The global interest in the field comes as the cost of sequencing DNA, or analyzing genetic information, is falling sharply. But a number of hurdles remain. Relying on just genes isn’t enough, and there must also be background information on a patient’s lifestyle and medication history.
Precision medicine applications also require heavy investment to store large amounts of information. A whole genome is over 100 gigabytes, according to Edward Farmer, WuXi NextCode’s vice-president of communications and new ventures. “So you can imagine that analyzing thousands or hundreds of thousands of genomes is a true big data challenge."
WuXi NextCode was formed after Shanghai-based contract research giant WuXi AppTec Inc. acquired a company called NextCode Health that has databases on the Icelandic population, which is relatively homogenous and therefore good for gene discovery.
In China, Wuxi NextCode now offers consumers genetic tests that cost between about 2,500 yuan and 8,000 yuan, providing more details on rare conditions a child might be suffering from or even the risk of passing on an inherited disease.
China is diverse and with 1.4 billion people, the planet’s most populous nation. WuXi NextCode announced a partnership with Huawei Technologies Co., China’s largest telecommunications equipment maker, in May to enable different institutions and researchers to store their data.
The goal is to use that deep pool of information -- which ranges from genome sequences to treatment regimens -- to find more clues on tackling diseases. WuXi says that “this will in many instances enable the largest studies ever undertaken in many diseases.”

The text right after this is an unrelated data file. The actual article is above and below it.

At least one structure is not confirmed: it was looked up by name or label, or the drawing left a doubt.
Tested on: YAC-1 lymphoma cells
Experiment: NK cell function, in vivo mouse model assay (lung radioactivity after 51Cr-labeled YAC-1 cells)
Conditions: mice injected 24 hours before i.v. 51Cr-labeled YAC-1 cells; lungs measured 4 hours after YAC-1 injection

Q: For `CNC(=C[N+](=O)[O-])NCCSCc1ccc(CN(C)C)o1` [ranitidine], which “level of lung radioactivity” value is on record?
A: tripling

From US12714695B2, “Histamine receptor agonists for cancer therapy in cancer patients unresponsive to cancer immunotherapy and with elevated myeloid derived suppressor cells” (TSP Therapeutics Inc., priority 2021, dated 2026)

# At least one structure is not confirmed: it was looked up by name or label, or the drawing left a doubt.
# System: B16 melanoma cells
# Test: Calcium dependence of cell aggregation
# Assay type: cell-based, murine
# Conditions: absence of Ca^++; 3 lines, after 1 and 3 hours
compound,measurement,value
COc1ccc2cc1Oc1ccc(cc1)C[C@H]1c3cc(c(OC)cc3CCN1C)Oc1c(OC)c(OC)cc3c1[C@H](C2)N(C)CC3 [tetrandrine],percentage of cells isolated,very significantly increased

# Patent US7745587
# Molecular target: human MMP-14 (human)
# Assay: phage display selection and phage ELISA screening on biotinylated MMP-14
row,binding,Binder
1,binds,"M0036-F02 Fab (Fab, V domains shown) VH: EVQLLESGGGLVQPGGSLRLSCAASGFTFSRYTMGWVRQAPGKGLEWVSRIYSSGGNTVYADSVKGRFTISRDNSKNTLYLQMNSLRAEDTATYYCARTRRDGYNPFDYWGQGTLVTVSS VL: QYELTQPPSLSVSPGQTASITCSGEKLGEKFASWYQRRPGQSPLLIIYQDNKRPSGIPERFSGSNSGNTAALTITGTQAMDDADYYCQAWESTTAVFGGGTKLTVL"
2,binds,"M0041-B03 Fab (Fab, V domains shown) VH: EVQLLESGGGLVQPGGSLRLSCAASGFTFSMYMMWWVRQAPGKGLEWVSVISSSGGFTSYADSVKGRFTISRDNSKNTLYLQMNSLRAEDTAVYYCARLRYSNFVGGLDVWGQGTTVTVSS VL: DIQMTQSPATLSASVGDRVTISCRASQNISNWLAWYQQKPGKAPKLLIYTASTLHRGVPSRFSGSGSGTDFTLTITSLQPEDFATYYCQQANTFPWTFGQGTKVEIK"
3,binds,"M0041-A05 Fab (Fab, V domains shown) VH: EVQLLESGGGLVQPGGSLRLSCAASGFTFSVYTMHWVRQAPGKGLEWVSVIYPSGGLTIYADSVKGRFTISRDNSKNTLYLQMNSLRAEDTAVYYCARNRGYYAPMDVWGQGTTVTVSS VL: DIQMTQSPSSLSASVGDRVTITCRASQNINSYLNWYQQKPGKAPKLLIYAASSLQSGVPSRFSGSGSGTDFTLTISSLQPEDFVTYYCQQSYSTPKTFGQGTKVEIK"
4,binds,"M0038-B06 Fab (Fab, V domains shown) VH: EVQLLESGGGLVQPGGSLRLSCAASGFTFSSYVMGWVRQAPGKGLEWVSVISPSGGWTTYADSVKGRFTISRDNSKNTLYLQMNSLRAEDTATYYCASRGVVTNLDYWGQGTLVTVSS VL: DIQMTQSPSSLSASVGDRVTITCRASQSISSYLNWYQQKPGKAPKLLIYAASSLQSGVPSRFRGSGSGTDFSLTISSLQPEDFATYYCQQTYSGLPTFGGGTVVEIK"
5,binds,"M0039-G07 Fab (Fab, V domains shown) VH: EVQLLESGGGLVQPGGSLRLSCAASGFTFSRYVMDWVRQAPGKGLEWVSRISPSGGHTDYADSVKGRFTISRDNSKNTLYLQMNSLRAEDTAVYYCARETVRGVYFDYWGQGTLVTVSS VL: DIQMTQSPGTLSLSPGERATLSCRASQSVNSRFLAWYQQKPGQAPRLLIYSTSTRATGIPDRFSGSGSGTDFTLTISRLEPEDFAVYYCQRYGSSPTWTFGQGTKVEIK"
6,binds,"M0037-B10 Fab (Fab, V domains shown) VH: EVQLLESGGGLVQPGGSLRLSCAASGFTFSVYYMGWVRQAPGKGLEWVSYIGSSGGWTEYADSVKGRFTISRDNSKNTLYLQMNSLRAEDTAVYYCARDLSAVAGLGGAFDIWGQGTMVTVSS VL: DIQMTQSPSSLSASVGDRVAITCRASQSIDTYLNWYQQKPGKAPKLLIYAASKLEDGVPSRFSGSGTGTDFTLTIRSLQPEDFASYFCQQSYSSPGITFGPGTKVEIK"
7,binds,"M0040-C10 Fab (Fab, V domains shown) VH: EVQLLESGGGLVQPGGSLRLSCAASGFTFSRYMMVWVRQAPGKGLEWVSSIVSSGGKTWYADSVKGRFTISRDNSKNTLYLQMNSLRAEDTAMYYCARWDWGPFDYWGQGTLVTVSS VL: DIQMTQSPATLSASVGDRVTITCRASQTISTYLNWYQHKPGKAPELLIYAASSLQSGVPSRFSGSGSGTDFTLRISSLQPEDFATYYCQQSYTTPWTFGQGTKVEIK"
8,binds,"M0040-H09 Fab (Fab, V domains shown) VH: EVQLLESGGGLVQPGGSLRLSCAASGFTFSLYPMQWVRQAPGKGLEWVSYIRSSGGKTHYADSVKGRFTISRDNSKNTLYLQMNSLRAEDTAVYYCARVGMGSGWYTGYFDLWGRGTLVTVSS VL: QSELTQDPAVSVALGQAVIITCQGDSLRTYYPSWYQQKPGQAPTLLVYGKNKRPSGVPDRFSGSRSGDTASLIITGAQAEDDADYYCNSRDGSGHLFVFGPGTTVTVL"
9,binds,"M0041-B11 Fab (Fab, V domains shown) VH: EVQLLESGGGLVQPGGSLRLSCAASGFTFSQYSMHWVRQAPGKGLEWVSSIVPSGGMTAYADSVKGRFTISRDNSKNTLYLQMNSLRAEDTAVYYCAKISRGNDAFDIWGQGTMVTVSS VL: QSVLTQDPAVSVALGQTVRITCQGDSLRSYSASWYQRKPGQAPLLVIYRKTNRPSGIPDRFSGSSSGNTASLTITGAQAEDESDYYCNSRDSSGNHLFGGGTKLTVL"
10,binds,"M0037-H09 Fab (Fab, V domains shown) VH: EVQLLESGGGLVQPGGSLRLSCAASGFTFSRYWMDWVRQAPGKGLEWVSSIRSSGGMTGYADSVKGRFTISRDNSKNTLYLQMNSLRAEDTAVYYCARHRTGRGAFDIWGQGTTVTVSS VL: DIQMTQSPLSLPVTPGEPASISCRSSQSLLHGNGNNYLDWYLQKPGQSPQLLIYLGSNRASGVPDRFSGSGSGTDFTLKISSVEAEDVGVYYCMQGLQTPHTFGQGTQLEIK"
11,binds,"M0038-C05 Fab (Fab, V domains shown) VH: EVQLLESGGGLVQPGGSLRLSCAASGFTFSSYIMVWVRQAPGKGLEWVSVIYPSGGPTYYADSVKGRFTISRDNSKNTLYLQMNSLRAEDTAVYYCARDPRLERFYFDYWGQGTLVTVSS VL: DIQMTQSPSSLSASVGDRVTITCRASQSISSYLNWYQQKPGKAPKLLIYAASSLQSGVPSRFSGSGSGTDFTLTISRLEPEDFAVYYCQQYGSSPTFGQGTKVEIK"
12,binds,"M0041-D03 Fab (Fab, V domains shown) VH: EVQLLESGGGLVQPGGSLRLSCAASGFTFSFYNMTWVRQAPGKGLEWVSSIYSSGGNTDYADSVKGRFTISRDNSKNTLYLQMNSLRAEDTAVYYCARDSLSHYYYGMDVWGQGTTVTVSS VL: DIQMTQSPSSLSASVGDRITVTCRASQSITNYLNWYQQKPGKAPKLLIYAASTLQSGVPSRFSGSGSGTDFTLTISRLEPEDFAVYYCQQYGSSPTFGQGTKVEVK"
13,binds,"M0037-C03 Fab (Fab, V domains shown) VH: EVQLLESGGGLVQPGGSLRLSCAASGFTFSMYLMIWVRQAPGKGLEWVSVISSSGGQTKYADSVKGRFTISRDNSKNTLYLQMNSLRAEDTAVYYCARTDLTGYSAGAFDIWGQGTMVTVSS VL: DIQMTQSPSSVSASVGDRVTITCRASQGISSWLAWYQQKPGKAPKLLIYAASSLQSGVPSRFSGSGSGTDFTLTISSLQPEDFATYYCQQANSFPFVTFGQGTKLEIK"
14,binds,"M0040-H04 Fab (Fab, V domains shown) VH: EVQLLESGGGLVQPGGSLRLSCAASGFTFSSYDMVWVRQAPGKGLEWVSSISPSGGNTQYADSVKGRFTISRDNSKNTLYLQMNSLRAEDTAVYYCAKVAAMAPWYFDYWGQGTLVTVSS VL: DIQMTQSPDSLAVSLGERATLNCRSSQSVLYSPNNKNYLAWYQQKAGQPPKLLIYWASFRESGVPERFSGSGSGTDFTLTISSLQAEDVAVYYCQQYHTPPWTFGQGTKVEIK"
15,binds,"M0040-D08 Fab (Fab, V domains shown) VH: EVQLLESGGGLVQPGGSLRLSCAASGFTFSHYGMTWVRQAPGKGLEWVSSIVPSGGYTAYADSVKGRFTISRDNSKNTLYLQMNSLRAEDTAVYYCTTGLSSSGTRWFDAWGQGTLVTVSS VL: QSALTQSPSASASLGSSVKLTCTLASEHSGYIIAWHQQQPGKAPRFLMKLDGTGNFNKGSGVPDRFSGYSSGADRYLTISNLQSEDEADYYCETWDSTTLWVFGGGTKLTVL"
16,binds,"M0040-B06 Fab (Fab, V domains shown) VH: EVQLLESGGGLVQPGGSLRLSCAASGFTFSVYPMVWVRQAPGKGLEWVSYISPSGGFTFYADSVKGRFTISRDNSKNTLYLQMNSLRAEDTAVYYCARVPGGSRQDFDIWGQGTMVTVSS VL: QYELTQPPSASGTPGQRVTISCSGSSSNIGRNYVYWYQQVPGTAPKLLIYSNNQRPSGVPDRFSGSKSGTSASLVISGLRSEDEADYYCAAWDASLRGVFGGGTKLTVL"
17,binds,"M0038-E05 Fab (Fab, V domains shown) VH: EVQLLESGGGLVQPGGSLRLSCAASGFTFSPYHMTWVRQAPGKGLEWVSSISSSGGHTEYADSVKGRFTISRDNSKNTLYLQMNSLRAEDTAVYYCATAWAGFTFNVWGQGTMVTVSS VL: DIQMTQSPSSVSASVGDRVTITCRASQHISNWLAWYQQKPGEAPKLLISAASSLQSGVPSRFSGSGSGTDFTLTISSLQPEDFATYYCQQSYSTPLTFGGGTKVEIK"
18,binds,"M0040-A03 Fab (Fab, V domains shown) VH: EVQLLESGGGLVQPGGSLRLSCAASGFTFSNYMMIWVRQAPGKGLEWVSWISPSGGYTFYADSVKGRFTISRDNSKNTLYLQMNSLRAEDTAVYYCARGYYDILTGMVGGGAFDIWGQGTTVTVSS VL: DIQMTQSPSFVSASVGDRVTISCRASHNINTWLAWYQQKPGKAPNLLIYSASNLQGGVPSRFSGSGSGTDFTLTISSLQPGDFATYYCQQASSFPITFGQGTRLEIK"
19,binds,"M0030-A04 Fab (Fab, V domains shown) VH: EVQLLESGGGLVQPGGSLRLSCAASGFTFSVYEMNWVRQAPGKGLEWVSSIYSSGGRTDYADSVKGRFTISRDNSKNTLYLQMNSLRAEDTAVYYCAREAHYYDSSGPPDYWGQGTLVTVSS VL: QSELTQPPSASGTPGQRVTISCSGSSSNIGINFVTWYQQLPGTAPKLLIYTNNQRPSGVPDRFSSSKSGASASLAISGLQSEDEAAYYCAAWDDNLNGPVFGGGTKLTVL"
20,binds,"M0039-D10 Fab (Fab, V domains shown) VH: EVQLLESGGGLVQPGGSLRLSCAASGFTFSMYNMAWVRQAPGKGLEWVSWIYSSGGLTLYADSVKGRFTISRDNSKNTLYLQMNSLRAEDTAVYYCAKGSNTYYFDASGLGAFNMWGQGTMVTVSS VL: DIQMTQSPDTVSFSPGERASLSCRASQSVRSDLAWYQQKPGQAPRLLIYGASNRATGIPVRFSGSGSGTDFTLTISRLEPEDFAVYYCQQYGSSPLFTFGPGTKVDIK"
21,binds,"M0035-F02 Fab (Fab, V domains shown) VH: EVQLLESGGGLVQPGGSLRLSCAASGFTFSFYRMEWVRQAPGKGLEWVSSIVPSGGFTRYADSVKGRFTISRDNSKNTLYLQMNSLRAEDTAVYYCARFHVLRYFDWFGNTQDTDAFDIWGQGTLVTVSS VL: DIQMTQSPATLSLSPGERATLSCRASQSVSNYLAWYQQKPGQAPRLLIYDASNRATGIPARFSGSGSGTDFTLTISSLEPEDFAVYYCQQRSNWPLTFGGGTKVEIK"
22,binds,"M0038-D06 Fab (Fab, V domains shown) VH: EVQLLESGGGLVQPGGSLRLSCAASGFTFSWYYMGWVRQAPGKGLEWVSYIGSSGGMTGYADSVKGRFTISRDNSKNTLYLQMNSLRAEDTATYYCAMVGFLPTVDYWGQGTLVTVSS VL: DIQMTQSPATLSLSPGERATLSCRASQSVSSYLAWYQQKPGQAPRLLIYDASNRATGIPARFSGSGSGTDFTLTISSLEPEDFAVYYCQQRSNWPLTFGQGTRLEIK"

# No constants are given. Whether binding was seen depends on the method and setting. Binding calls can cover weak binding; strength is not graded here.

Another Chinese player, iCarbonX, which received a $200 million investment from Tencent Holdings Ltd. and other investors in April, is valued at more than $1 billion. It announced last month that it had invested $400 million in several health data companies to enable the use of algorithms to analyze reams of genomic, physiological and behavioral data to provide customized medical advice directly to consumers through an app.
Encouraging interventions for some patients too early, even before they have life-threatening diseases, comes with risks and ethical questions, Laura Nelson Carney, an analyst at Sanford C Bernstein, wrote in a Jan. 6 note. Still, precision medicine research has many benefits, and some in China see the country’s push as a significant opportunity "to scientifically leapfrog the West,” she said.
In the U.S., universities, the National Institutes of Health and American drugmakers are part of a broad march into precision medicine.
Amgen Inc. bought Icelandic biotechnology company DeCode Genetics for $415 million in 2012, to acquire its massive database on Iceland’s population. U.S.-based Genentech Inc. is collaborating with Silicon Valley startup 23andMe to study the genetic underpinnings of Parkinson’s disease.
“Humans are computable," said Wang Jun, the chief executive officer of China’s iCarbonX. "So we need a computable model that we can use to intervene and change people’s status, that’s the whole point.’’